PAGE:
Paying off debt opens up more of your income for savings, investing or enjoying, without racking up unnecessary interest charges. Buckling down now will also set you and your sweetie up to enjoy a healthy financial standing later in life, which can be especially helpful when you want to purchase a home or have children. Choose a method that works best for your current financial standing, where you want to be financially and the time frame you're working with.
First Things First
Put yourself on a steady budget before worrying about paying off your debt. If you spend more than you bring in each month, your debt will act as a revolving door. Instead, trim your budget and cut all unnecessary expenses. Put at least $1,000 in a savings account to be used only for emergencies, such as unexpected car repairs. Write down the name of each debt, the amount owed, the interest rate and minimum monthly payment so you know exactly where you stand with each debt. Put every excess penny you have towards paying down your debt using the strategy that works best for you.
From Smallest to Largest
Financial guru Dave Ramsey advocates the "snowball" plan. Essentially, you pay your bills off one by one, beginning with the smallest balance, while maintaining minimum payments on your other accounts. For example, if you have five credit cards with balances ranging from $500 to $5,000, you'd pay off the card with a $500 balance first, followed by the next lowest balance. Pay off the account with the highest interest rate first if two accounts have similar balances.
This strategy works best for people who have multiple accounts and need to see quick results. Crossing off one bill or monthly payment seems to make your situation look better and creates a feeling of success or confidence. Then, you'd tackle your next smallest balance by paying that account's minimum payment plus everything you were paying on the account you just paid off. To make this work, you'd have to close your accounts once they're paid off, or avoid using them at the very least.
By Interest Rates
Use the method Bankrate.com suggests, called the "payment push plan" if you want to pay off your debt while saving the most by avoiding interest when possible. Pay the minimum payments on each account, except the account that charges the highest interest. Pay the highest-interest account down as aggressively as possible. If you have two accounts with the same interest rate, attack the one with the highest balance first, as the interest will accrue faster on a larger balance. Again, attack one account at a time, moving from the highest interest rate down to the lowest. Apply the extra payments towards the new target until you have no debt.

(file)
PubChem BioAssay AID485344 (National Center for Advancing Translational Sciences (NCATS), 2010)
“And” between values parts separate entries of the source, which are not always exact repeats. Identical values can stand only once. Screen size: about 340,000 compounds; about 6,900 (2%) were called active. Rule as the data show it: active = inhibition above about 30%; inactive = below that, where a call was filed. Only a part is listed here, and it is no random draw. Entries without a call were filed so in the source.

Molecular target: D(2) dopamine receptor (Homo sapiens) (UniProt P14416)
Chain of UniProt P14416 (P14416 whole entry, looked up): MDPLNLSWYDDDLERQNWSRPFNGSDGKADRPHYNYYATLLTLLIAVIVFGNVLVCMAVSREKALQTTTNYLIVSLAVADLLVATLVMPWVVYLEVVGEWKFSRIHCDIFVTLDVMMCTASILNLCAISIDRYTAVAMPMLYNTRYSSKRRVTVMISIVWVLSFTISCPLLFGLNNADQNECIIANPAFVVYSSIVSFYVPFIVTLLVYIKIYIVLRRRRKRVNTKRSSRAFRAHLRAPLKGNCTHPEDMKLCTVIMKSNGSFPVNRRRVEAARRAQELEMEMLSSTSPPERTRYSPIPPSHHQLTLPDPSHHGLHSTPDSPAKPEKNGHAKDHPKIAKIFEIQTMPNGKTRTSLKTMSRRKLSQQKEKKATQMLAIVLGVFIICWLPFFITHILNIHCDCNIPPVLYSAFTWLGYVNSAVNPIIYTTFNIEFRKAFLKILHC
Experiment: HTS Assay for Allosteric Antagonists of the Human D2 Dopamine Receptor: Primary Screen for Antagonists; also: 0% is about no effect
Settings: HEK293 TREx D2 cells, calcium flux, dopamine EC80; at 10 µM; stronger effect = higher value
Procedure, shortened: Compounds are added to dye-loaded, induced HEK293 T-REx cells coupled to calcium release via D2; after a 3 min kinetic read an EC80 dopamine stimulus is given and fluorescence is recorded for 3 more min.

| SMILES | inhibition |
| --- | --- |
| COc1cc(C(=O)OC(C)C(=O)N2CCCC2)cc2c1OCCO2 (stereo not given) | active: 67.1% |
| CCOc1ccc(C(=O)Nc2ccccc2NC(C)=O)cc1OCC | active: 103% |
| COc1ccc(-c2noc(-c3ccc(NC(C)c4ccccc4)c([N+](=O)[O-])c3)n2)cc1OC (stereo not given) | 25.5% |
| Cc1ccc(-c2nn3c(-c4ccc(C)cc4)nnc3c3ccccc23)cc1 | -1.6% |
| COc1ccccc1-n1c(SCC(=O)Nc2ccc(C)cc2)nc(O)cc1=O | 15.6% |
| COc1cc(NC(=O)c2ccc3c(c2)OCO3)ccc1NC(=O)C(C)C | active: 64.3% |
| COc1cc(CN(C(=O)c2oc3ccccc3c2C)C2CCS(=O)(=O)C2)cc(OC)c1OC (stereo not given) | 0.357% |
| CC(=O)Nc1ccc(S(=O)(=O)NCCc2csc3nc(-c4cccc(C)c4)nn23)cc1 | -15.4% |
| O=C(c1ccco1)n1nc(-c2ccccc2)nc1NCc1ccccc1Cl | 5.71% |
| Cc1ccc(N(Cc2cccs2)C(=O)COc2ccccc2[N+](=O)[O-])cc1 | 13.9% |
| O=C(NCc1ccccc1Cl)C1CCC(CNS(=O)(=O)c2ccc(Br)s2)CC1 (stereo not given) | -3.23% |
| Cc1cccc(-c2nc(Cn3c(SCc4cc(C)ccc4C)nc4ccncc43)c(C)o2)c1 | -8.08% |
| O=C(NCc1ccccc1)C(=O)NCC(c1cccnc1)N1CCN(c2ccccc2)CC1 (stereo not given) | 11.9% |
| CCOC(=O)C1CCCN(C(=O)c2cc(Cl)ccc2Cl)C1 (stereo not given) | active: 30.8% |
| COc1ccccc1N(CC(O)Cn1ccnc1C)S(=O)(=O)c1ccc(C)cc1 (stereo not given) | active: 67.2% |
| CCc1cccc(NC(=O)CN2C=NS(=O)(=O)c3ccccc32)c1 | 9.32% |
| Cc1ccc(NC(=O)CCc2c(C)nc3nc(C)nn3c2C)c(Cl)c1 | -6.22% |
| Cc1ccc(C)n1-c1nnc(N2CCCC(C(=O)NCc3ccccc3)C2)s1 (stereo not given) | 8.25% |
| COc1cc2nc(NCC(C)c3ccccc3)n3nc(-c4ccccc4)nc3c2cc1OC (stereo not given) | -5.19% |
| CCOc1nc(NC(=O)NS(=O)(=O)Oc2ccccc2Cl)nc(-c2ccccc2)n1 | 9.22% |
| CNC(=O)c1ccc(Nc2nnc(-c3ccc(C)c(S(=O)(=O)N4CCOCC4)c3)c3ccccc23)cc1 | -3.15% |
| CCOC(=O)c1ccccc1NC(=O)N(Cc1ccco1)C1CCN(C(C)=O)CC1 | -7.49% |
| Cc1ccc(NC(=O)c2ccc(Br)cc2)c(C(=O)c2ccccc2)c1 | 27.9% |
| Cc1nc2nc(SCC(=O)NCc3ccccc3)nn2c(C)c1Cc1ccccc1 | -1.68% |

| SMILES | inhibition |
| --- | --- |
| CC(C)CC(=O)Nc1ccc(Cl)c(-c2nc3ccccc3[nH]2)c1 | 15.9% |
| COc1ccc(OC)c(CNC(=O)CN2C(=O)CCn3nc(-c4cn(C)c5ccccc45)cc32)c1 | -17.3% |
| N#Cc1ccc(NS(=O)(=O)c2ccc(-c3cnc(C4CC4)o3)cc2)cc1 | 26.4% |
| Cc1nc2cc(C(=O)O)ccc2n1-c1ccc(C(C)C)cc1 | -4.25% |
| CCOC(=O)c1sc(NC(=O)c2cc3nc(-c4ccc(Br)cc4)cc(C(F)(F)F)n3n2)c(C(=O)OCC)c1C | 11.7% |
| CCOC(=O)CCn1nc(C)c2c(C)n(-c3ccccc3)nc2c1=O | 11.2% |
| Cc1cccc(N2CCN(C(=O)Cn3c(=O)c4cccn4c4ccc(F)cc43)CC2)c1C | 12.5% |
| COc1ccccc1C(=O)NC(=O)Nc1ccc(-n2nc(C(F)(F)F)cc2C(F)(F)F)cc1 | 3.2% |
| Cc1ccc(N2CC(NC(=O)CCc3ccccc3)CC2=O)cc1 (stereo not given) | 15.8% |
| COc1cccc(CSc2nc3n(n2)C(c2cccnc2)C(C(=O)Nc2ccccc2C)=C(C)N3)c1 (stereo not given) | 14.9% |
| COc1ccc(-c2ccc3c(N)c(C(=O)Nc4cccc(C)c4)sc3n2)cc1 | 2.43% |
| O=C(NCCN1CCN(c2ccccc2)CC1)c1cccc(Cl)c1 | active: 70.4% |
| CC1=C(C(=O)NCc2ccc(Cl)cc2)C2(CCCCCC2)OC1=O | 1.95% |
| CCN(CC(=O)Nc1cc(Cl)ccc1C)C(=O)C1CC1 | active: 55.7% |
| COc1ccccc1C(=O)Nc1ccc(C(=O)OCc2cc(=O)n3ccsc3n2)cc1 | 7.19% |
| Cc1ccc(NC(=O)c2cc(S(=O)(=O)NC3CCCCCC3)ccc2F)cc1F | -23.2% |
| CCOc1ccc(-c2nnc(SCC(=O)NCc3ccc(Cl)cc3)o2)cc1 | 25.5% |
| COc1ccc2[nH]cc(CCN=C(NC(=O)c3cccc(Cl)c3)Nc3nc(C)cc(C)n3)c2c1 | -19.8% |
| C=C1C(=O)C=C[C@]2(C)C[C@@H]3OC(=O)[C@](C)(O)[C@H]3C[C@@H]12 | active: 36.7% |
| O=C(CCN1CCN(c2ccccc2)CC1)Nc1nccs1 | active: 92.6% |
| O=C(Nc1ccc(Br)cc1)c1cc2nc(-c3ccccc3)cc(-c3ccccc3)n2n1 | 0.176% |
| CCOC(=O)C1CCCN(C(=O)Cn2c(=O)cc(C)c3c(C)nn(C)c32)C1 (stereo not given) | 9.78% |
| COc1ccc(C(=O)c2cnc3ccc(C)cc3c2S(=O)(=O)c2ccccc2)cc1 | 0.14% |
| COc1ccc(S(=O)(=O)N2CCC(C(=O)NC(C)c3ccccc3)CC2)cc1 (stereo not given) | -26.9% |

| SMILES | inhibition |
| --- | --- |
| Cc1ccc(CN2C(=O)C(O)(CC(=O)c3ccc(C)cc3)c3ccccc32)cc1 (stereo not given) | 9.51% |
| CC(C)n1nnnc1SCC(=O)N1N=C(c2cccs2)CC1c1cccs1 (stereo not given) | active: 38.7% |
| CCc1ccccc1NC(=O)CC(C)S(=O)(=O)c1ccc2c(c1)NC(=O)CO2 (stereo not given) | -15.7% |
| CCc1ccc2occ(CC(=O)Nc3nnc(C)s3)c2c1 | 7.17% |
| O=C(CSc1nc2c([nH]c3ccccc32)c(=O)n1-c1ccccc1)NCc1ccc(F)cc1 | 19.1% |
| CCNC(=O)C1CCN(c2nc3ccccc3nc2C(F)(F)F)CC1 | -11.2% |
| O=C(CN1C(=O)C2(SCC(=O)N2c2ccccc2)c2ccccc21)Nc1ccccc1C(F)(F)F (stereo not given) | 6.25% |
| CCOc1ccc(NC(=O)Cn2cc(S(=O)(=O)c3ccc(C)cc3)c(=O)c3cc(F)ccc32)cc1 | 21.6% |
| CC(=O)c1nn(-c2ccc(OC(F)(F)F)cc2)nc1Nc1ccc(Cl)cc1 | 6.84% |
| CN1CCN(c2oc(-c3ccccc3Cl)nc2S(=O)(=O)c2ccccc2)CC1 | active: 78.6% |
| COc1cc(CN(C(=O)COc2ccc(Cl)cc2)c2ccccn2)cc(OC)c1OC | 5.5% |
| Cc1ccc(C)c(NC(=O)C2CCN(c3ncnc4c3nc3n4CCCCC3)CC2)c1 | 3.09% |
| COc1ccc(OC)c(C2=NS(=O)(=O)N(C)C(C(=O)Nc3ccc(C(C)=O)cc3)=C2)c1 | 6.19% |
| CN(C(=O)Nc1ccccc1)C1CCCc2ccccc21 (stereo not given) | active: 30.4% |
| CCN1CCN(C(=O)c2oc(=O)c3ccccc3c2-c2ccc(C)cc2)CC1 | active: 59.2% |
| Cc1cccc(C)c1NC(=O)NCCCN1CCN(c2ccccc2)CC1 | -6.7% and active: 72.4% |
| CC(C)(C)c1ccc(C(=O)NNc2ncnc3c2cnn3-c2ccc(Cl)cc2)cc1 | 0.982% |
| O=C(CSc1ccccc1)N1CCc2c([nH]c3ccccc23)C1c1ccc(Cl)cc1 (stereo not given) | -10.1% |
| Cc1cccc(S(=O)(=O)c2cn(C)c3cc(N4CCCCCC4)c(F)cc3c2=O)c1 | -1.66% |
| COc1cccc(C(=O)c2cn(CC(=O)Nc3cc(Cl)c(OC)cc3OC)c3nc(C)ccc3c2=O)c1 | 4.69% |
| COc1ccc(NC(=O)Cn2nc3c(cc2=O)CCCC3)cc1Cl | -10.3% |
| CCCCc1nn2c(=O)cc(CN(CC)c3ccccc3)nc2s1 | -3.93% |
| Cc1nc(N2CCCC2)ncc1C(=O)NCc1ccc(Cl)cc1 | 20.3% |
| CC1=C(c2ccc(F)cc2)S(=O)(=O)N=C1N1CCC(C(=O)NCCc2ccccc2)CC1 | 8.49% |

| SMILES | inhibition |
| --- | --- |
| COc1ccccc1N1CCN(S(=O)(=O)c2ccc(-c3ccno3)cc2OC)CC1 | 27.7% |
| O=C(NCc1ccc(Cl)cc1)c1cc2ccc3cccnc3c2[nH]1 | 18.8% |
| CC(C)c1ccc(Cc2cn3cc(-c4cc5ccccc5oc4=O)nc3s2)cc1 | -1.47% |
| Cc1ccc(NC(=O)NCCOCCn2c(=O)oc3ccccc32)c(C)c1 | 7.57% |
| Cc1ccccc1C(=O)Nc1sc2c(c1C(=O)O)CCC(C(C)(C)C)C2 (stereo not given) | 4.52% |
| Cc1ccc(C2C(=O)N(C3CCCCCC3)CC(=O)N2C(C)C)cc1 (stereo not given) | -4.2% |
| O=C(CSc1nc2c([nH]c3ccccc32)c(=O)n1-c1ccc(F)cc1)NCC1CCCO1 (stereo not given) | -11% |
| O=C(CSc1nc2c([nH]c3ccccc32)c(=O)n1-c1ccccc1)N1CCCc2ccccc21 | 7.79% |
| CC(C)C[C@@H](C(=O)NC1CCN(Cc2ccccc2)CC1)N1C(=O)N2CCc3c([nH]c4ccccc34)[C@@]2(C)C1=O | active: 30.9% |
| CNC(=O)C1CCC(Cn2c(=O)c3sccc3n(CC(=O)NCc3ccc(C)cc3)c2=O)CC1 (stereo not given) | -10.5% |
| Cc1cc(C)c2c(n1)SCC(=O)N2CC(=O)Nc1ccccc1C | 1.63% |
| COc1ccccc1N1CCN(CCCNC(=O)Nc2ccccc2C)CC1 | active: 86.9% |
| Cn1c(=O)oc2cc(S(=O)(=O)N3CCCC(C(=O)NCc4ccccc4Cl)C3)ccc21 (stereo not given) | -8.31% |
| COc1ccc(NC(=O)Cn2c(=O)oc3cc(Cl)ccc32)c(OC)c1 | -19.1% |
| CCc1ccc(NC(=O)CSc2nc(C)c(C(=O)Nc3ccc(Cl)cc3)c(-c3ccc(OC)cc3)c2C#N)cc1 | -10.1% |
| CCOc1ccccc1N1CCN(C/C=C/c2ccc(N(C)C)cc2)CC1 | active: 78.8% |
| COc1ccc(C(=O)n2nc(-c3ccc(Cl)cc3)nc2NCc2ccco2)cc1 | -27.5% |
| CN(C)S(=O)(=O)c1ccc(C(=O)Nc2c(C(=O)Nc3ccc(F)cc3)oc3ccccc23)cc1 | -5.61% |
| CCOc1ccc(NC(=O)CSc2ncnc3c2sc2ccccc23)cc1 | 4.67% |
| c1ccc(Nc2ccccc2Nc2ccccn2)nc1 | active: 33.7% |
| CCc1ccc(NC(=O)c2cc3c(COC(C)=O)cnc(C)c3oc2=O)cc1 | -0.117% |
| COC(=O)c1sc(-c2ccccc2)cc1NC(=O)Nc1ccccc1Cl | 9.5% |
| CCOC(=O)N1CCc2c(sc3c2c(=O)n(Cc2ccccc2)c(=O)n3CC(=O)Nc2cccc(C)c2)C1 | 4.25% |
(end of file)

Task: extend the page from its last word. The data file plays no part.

To Maximize Credit Score
Plan your payments to increase and maximize your credit score if you're planning on taking out a major loan, such as a mortgage or new car loan, within the next few months. Higher credit scores generally mean lower interest rates, which can equal a huge savings on higher balance loans, such as mortgages. Part of your credit score is calculated on the amount of credit you have open to you, versus how much you're using. Ideally, your credit card balances shouldn't exceed more than 30 to 50 percent of the available credit. To raise your score, pay down the card with the highest percentage of credit being utilized until it's less than 50 percent, then move on to another until the balance on each account is less than 50 percent of the available credit. At that point, pay off the smallest balances or highest interest accounts, depending on the method you're most likely to stick with.
Restructure the Debt
Restructure your debt, if possible. Pay off your debt using savings or borrowing against other accounts if the penalties involved will cost you less than paying all the interest you're facing on your debts. Possible accounts to use include a 401k, IRA, stocks, bonds or life insurance. Alternatively, call your creditors and ask to negotiate a lower interest rate. Pay attention to low- or no-interest offers from creditors if you transfer balances. For example, transfer all your high-interest balances to a card offering a low introductory rate and pay it down aggressively.
Janece Bass is a freelance writer specializing in weddings, family, health, parenting, relationships, dating, decorating, travel, music and sports. She has been writing for more than 15 years and has numerous published pieces on various websites and blogs. Bass has also ghostwritten various fiction-based novels.